Cape rally underway?

Rates for capesize bulkers trading in the spot market are starting to show moderate gains and many believe levels will continue to rise in the weeks ahead.

Today, capes were commanding $12,000 per day which, according to Global Hunter Securities, is 2.5% higher than yesterday and 9.9% above the average seen seven days ago.

In a note to clients equity analyst Omar Nokta attributed the rise to an uptick in activity in Australia where charterers fixed tonnage to transport iron ore to China.

While Nokta acknowledged that rates have remained range bound, stuck between $10,000 and $13,000 over the past several weeks, he said this might end in the weeks ahead.

“The June FFA contract is trading around $14,000 per day, which signals some modest additional upside is expected in the next few weeks and then a larger rally is expected in the second-half [of 2014] where FFAs are averaging $23,500 per day,” he added.

A leading industry researcher who spoke to TradeWinds about the dry-bulk market on the condition of anonymity Wednesday said he wouldn’t be surprised to see day rates for capes trading in the spot market hit a high of $20,000 by the end of this month.

“Now is when capesize spot vessel availability is finally becoming tight again, and with Chinese demand for cheap iron ore imports poised to remain robust, demand for capesize vessels are set to find even greater support,” he said in an email exchange.

The forecaster, who is the same market source who correctly recently predicted that rates would start to gain traction in early June, argued that the recent decline in spot iron ore prices is due in part to the surge in new Australian and Brazilian production.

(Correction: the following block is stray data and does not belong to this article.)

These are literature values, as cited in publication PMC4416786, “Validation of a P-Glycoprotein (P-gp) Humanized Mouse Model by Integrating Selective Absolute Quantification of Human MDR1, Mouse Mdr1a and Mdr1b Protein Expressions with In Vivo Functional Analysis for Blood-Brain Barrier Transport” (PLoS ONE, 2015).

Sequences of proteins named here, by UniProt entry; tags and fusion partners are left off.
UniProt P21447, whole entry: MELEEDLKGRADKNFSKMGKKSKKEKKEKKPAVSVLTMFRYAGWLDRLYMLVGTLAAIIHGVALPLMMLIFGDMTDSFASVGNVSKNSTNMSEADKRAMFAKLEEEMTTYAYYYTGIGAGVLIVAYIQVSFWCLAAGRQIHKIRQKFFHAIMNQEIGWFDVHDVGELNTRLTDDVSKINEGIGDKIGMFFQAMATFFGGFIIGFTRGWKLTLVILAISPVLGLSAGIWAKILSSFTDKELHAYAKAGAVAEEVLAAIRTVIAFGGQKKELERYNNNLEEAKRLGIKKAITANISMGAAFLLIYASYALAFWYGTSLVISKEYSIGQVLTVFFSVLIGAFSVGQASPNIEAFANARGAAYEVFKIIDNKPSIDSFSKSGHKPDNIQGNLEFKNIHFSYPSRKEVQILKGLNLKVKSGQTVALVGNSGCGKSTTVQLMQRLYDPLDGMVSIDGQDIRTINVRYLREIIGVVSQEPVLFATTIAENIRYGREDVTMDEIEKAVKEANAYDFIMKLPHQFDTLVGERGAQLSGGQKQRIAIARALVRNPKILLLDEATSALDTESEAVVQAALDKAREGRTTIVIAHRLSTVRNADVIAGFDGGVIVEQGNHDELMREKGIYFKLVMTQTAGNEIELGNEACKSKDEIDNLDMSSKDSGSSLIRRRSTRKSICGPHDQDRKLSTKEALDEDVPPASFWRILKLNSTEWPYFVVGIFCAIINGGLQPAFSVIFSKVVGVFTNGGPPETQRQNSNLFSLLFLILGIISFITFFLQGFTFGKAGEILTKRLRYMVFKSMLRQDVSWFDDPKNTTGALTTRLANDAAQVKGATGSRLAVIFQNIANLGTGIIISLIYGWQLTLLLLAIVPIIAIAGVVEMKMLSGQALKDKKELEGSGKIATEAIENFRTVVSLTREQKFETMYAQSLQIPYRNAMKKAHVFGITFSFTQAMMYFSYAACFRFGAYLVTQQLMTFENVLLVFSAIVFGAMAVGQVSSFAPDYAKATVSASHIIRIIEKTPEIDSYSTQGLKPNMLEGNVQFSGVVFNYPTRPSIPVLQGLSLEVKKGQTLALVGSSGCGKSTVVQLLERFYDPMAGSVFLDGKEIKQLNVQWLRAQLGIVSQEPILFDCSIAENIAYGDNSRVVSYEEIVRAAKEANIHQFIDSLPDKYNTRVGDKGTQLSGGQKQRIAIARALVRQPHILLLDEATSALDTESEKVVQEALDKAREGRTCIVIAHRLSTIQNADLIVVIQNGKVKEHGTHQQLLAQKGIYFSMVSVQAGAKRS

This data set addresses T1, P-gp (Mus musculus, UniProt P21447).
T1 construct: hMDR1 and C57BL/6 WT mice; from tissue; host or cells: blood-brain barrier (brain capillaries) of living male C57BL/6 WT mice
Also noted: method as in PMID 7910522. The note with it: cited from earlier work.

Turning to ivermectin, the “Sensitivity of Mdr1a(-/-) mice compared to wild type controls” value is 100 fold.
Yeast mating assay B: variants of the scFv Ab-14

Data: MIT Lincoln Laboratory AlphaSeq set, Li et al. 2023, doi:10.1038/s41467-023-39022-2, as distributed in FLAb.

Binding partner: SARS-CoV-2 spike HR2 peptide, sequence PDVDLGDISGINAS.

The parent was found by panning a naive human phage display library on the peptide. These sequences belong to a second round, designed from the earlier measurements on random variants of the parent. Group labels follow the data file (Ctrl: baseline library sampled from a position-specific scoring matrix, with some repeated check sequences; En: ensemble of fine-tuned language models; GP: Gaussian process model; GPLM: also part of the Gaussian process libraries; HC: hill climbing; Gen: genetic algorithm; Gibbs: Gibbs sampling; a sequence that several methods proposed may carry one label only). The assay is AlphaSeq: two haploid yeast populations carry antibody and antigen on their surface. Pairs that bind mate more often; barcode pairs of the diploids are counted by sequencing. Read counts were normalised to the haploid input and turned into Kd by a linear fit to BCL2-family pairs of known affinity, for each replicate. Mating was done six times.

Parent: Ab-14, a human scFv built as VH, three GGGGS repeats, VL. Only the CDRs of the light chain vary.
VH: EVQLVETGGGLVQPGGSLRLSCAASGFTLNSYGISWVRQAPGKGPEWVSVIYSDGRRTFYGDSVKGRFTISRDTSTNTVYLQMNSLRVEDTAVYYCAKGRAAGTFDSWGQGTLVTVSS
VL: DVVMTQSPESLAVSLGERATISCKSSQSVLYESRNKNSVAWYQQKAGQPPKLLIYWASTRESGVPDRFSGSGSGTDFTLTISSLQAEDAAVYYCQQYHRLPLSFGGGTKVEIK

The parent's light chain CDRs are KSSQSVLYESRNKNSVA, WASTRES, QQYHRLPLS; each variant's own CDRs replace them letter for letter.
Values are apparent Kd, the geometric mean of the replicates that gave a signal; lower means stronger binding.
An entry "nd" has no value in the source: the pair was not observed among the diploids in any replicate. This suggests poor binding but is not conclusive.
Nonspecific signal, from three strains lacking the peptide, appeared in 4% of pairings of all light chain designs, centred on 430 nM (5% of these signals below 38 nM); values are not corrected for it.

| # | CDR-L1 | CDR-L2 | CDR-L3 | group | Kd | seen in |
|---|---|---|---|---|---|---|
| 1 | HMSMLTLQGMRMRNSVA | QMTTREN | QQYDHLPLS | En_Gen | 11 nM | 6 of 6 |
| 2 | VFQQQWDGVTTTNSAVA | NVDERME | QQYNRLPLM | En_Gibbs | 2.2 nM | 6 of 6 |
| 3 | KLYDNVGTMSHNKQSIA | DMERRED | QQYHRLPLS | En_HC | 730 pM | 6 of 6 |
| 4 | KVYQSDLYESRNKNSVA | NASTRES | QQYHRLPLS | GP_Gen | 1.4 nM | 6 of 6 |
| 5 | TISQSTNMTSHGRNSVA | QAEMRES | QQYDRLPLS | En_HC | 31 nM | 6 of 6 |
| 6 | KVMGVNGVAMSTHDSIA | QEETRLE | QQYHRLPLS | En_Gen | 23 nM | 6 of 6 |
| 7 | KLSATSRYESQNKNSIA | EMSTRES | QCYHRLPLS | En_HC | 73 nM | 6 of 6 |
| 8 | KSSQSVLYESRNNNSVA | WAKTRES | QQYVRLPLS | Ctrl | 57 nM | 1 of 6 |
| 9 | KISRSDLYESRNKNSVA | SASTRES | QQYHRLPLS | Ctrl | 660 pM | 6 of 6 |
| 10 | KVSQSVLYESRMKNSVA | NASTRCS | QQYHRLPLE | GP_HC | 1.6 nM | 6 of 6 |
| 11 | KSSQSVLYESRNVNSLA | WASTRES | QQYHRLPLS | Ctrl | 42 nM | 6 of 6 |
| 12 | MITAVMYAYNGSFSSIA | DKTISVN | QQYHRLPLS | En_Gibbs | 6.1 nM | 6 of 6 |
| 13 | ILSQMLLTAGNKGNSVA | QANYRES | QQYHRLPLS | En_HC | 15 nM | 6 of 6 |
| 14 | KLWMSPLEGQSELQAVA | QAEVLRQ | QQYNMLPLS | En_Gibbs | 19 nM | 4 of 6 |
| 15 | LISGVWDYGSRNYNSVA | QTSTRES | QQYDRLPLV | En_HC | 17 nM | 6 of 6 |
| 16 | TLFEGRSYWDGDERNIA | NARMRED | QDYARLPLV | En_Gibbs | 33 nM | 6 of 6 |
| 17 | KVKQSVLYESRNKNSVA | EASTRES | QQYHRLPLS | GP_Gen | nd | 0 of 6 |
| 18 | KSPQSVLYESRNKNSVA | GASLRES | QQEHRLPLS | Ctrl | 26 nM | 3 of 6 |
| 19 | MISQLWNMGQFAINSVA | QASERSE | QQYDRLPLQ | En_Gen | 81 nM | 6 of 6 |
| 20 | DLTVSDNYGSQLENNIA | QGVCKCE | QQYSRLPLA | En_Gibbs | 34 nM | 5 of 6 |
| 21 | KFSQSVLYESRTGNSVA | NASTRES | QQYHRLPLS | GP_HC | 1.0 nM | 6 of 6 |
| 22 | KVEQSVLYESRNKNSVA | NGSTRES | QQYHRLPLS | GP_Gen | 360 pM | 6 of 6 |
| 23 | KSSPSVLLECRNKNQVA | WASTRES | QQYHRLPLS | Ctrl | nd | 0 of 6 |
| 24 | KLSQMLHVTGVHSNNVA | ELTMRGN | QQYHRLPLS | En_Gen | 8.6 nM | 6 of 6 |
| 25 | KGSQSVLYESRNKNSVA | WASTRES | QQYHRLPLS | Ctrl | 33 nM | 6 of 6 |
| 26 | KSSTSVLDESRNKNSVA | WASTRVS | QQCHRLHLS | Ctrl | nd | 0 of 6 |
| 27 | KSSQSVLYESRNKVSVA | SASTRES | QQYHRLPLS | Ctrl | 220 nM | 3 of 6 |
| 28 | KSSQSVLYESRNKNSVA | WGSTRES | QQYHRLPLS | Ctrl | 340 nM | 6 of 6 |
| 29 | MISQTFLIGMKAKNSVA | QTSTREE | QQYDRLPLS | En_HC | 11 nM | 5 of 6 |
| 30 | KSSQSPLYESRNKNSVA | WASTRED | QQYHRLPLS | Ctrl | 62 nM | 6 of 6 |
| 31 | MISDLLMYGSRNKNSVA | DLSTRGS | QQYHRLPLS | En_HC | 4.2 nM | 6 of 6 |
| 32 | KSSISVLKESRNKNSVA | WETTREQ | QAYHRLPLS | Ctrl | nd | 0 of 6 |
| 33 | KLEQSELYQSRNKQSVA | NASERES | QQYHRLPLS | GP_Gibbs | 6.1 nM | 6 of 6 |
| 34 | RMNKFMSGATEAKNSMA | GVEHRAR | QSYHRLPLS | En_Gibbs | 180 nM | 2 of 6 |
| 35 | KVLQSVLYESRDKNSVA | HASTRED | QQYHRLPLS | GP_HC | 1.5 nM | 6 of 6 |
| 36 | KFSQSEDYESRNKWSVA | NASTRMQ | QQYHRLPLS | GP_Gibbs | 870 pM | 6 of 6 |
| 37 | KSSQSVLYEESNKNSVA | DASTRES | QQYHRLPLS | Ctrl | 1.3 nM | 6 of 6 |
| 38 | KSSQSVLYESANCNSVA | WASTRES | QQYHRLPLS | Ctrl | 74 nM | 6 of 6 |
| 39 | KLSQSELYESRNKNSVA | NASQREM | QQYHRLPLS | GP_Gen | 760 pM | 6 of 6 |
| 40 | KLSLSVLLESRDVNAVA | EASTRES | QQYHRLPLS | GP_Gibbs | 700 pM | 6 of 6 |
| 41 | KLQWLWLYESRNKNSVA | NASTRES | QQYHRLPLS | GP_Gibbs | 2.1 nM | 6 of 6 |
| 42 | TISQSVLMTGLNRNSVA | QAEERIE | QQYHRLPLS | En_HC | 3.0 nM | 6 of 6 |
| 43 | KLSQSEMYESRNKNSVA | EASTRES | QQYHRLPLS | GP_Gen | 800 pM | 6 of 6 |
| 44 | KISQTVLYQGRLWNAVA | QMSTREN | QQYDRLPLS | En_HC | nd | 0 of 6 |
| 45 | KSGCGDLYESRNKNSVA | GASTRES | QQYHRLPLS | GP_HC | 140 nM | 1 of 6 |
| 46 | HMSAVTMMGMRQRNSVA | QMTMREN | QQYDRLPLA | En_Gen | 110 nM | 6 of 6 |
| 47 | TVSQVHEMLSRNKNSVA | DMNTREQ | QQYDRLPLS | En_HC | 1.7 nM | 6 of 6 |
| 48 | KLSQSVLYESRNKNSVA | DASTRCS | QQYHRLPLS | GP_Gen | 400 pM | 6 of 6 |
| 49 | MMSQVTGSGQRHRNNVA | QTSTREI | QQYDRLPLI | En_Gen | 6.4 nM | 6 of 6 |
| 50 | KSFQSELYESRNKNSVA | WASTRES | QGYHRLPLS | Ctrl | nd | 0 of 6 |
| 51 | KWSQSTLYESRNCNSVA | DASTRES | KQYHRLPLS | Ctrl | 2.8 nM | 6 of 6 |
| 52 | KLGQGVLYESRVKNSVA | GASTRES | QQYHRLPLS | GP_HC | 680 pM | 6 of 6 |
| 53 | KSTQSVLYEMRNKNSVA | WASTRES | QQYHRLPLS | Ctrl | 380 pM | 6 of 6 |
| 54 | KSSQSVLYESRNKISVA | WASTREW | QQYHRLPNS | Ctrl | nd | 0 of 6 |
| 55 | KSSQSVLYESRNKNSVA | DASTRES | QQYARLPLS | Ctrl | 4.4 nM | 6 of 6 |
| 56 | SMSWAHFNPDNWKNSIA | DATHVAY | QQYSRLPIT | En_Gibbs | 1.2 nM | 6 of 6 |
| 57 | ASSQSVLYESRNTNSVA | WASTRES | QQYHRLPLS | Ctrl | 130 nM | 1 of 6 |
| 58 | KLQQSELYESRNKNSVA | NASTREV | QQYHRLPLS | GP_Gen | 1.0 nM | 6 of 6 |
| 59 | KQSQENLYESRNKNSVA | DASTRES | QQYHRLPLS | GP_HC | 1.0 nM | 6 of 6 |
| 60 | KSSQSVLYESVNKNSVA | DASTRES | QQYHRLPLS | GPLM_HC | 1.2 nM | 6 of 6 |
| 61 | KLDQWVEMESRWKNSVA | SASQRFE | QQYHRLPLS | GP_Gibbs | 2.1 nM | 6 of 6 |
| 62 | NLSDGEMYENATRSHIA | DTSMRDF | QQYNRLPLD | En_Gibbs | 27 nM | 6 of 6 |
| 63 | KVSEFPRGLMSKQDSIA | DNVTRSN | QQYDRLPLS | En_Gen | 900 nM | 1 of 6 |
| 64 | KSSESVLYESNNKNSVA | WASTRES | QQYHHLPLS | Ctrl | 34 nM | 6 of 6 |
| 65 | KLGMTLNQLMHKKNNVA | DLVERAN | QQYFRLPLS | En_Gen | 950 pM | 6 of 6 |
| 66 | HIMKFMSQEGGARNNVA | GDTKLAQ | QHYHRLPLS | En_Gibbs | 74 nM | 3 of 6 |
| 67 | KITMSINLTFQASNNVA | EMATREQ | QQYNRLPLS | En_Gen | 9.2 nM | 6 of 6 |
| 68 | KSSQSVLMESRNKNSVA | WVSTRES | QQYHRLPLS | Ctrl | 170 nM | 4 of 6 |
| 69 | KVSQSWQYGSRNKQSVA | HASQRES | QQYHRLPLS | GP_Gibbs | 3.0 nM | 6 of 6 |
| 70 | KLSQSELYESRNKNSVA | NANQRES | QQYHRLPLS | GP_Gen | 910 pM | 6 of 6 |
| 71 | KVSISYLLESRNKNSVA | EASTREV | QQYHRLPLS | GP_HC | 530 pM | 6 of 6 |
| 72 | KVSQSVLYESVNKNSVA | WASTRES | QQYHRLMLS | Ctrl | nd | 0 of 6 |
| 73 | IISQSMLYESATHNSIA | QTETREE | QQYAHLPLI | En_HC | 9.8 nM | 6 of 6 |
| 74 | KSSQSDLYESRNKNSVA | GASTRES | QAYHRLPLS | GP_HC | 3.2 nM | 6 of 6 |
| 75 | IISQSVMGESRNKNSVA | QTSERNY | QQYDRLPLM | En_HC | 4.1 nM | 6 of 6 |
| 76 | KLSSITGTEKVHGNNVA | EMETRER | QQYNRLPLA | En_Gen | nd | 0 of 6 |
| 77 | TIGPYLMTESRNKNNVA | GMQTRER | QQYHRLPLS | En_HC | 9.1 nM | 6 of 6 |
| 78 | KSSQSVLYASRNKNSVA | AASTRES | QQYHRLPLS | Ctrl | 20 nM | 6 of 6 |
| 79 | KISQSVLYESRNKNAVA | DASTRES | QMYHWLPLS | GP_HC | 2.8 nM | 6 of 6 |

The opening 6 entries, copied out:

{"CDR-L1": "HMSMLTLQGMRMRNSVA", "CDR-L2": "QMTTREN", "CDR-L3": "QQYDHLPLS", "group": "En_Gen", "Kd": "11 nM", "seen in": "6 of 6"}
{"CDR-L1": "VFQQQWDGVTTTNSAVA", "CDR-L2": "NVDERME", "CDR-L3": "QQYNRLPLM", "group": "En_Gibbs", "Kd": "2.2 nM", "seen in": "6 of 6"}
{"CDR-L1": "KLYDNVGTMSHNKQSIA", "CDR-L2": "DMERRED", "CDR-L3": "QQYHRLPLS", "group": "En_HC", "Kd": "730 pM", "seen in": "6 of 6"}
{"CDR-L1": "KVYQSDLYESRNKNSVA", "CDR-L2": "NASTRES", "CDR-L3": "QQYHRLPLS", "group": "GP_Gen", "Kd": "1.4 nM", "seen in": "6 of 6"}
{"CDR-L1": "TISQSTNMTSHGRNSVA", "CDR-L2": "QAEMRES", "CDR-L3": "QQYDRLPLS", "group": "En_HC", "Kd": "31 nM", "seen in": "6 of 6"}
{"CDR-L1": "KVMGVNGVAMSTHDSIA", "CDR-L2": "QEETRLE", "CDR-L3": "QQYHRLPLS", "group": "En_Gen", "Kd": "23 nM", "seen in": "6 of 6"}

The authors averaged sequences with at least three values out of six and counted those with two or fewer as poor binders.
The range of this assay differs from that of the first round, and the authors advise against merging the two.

"Also very encouraging is that many small and medium-sized Chinese domestic iron ore mines are now suspending iron ore production because the mines in China have very high costs and can't make money on the low spot iron ore prices,” he added.

"Australian and Brazilian iron ore miners have much lower costs, though, and are still making large profits, so iron ore keeps being pumped out of Australia and Brazil and is happily being purchased and consumed in a huge amount by Chinese steel mills.”

Earlier in the day a team of equity analysts at DNB Markets issued a daily research note in which they explained why the investment bank agrees that there’s a good chance the capesize segment and other subsectors of the dry-bulk market will rebound in the second half of this year.

The firm said its “optimistic view” is supported by the fact that double-digit fleet growth is a thing of the past and the ongoing strength of demand for dry-bulk commodity transportation services on the heels of record-high investments in global mining capacity.

It argued that expanded production of iron ore and coal in Australia and Brazil will outstrip domestic production in China and pointed out that iron ore exports from the former and the latter increased by roughly 27% and 4.4% year-on-year in early 2014, respectively.

DNB Markets said Chinese imports rose by approximately 20% between January and April of this year and acknowledged that, going forward, the commencement of exports from a pair of new Brazlian superports are a key component of its thesis.

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